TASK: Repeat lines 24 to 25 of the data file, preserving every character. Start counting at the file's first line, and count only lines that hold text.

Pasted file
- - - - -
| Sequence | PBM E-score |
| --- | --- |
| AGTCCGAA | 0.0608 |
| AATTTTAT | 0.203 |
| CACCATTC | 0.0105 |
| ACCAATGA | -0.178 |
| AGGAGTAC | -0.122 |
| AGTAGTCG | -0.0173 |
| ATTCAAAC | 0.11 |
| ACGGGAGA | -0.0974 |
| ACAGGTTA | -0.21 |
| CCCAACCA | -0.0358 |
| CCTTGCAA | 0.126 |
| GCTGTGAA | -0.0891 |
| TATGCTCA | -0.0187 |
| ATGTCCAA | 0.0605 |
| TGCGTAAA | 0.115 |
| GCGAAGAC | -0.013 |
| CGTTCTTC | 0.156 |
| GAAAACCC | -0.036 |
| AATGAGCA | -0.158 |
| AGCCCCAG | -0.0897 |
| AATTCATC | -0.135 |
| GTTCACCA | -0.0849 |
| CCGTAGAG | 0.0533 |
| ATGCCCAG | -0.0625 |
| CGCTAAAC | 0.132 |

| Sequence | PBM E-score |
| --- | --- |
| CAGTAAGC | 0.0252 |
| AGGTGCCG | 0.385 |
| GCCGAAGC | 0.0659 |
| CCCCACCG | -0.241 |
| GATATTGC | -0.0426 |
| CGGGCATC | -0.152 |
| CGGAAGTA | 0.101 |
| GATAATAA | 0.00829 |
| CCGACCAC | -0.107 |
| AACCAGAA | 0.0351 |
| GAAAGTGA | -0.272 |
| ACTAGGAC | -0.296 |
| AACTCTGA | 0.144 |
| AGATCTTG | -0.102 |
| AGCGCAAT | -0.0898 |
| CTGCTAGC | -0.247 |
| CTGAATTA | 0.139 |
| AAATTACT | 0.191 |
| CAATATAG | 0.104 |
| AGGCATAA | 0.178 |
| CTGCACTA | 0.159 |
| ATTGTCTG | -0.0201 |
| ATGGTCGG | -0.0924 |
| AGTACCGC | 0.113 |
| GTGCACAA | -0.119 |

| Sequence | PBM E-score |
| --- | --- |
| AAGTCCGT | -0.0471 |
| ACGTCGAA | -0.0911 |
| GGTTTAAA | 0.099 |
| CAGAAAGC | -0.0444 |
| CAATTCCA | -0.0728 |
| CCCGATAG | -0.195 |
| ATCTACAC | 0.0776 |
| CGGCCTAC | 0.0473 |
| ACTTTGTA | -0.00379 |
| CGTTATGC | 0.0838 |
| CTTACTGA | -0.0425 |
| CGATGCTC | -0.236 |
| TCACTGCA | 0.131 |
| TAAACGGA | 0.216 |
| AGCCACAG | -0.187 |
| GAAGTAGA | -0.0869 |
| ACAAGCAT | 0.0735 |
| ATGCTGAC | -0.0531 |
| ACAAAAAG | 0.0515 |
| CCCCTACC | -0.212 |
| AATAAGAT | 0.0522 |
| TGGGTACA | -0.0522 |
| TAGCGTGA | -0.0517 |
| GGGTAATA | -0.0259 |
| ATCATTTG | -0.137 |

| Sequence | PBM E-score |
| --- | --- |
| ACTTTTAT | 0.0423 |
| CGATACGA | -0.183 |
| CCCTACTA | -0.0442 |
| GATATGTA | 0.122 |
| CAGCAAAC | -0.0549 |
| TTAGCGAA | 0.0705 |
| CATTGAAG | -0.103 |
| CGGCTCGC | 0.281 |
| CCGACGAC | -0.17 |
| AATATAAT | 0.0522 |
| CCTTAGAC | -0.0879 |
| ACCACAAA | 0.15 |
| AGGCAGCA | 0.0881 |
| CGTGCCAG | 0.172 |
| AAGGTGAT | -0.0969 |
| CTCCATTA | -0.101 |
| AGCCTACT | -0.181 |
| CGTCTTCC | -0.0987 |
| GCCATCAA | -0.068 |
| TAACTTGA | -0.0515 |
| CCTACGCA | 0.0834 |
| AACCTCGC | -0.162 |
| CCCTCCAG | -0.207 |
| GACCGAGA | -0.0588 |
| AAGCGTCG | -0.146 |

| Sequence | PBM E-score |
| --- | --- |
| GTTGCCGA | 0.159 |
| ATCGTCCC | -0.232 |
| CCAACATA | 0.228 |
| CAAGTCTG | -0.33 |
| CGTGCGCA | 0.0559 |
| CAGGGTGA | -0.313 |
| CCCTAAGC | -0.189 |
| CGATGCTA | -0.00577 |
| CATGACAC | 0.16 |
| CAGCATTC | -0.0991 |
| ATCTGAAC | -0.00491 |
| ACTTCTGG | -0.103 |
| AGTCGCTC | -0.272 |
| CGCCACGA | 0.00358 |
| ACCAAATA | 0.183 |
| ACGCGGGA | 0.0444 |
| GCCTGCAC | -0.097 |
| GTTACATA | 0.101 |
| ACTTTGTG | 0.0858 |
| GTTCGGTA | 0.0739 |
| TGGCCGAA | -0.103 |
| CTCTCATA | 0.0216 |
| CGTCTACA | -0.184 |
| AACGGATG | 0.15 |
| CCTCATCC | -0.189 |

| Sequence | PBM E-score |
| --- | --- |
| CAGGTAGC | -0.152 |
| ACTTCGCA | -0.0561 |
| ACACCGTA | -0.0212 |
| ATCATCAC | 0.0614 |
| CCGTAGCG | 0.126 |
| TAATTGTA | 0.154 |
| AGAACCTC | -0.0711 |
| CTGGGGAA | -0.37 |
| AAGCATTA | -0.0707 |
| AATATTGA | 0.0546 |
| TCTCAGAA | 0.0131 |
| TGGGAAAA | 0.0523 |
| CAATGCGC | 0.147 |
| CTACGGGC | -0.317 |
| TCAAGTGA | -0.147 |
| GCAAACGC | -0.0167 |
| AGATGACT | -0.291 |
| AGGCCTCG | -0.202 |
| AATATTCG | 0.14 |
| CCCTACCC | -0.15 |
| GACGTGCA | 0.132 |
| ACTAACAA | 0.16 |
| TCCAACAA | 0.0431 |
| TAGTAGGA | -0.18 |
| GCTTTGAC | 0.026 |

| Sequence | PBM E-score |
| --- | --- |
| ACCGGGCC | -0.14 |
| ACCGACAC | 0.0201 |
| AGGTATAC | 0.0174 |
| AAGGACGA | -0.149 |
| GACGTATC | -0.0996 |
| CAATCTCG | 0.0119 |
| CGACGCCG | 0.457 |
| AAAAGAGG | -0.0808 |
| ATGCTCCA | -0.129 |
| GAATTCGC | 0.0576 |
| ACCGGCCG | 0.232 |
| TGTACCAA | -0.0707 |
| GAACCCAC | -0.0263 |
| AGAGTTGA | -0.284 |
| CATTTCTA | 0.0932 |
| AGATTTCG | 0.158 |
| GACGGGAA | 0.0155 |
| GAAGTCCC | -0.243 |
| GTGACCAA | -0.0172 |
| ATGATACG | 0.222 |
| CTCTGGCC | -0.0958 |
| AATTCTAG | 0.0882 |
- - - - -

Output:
| GTTCACCA | -0.0849 |
| CCGTAGAG | 0.0533 |